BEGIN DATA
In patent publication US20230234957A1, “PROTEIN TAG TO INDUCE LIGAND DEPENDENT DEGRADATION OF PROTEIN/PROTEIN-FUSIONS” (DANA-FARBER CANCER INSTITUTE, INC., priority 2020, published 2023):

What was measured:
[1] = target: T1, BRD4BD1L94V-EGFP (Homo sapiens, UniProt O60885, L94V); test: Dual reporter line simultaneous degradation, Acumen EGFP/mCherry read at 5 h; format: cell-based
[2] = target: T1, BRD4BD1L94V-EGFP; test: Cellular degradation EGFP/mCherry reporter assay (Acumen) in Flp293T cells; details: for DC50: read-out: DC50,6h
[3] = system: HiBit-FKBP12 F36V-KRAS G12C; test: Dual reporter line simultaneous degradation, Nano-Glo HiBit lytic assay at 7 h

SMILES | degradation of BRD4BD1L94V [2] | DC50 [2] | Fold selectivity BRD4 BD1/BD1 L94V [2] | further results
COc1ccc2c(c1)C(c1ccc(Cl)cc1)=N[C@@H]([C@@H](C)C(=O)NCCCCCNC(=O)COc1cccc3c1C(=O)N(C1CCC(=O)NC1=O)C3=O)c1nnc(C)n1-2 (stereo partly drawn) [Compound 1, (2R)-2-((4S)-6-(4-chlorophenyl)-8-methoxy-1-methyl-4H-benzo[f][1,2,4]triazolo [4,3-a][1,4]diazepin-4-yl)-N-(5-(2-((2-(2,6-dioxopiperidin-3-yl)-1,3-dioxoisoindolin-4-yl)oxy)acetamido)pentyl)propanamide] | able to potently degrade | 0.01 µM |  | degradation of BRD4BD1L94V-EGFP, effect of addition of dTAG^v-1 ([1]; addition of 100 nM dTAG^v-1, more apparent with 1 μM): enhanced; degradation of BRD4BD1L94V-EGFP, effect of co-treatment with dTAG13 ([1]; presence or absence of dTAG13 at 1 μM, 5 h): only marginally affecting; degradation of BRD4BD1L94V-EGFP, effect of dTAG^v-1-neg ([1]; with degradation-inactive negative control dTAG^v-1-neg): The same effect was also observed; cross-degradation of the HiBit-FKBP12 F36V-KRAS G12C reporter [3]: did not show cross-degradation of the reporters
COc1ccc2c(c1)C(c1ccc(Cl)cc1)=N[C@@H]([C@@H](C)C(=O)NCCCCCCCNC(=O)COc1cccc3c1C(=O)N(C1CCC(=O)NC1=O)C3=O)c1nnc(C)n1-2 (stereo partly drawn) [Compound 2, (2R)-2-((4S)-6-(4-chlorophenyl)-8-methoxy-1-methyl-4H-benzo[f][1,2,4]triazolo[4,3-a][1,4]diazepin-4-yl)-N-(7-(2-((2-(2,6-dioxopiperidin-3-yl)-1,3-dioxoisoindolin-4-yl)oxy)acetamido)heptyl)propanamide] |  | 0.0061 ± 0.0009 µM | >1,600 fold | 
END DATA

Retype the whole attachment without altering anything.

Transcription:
In patent publication US20230234957A1, “PROTEIN TAG TO INDUCE LIGAND DEPENDENT DEGRADATION OF PROTEIN/PROTEIN-FUSIONS” (DANA-FARBER CANCER INSTITUTE, INC., priority 2020, published 2023):

What was measured:
[1] = target: T1, BRD4BD1L94V-EGFP (Homo sapiens, UniProt O60885, L94V); test: Dual reporter line simultaneous degradation, Acumen EGFP/mCherry read at 5 h; format: cell-based
[2] = target: T1, BRD4BD1L94V-EGFP; test: Cellular degradation EGFP/mCherry reporter assay (Acumen) in Flp293T cells; details: for DC50: read-out: DC50,6h
[3] = system: HiBit-FKBP12 F36V-KRAS G12C; test: Dual reporter line simultaneous degradation, Nano-Glo HiBit lytic assay at 7 h

SMILES | degradation of BRD4BD1L94V [2] | DC50 [2] | Fold selectivity BRD4 BD1/BD1 L94V [2] | further results
COc1ccc2c(c1)C(c1ccc(Cl)cc1)=N[C@@H]([C@@H](C)C(=O)NCCCCCNC(=O)COc1cccc3c1C(=O)N(C1CCC(=O)NC1=O)C3=O)c1nnc(C)n1-2 (stereo partly drawn) [Compound 1, (2R)-2-((4S)-6-(4-chlorophenyl)-8-methoxy-1-methyl-4H-benzo[f][1,2,4]triazolo [4,3-a][1,4]diazepin-4-yl)-N-(5-(2-((2-(2,6-dioxopiperidin-3-yl)-1,3-dioxoisoindolin-4-yl)oxy)acetamido)pentyl)propanamide] | able to potently degrade | 0.01 µM |  | degradation of BRD4BD1L94V-EGFP, effect of addition of dTAG^v-1 ([1]; addition of 100 nM dTAG^v-1, more apparent with 1 μM): enhanced; degradation of BRD4BD1L94V-EGFP, effect of co-treatment with dTAG13 ([1]; presence or absence of dTAG13 at 1 μM, 5 h): only marginally affecting; degradation of BRD4BD1L94V-EGFP, effect of dTAG^v-1-neg ([1]; with degradation-inactive negative control dTAG^v-1-neg): The same effect was also observed; cross-degradation of the HiBit-FKBP12 F36V-KRAS G12C reporter [3]: did not show cross-degradation of the reporters
COc1ccc2c(c1)C(c1ccc(Cl)cc1)=N[C@@H]([C@@H](C)C(=O)NCCCCCCCNC(=O)COc1cccc3c1C(=O)N(C1CCC(=O)NC1=O)C3=O)c1nnc(C)n1-2 (stereo partly drawn) [Compound 2, (2R)-2-((4S)-6-(4-chlorophenyl)-8-methoxy-1-methyl-4H-benzo[f][1,2,4]triazolo[4,3-a][1,4]diazepin-4-yl)-N-(7-(2-((2-(2,6-dioxopiperidin-3-yl)-1,3-dioxoisoindolin-4-yl)oxy)acetamido)heptyl)propanamide] |  | 0.0061 ± 0.0009 µM | >1,600 fold | 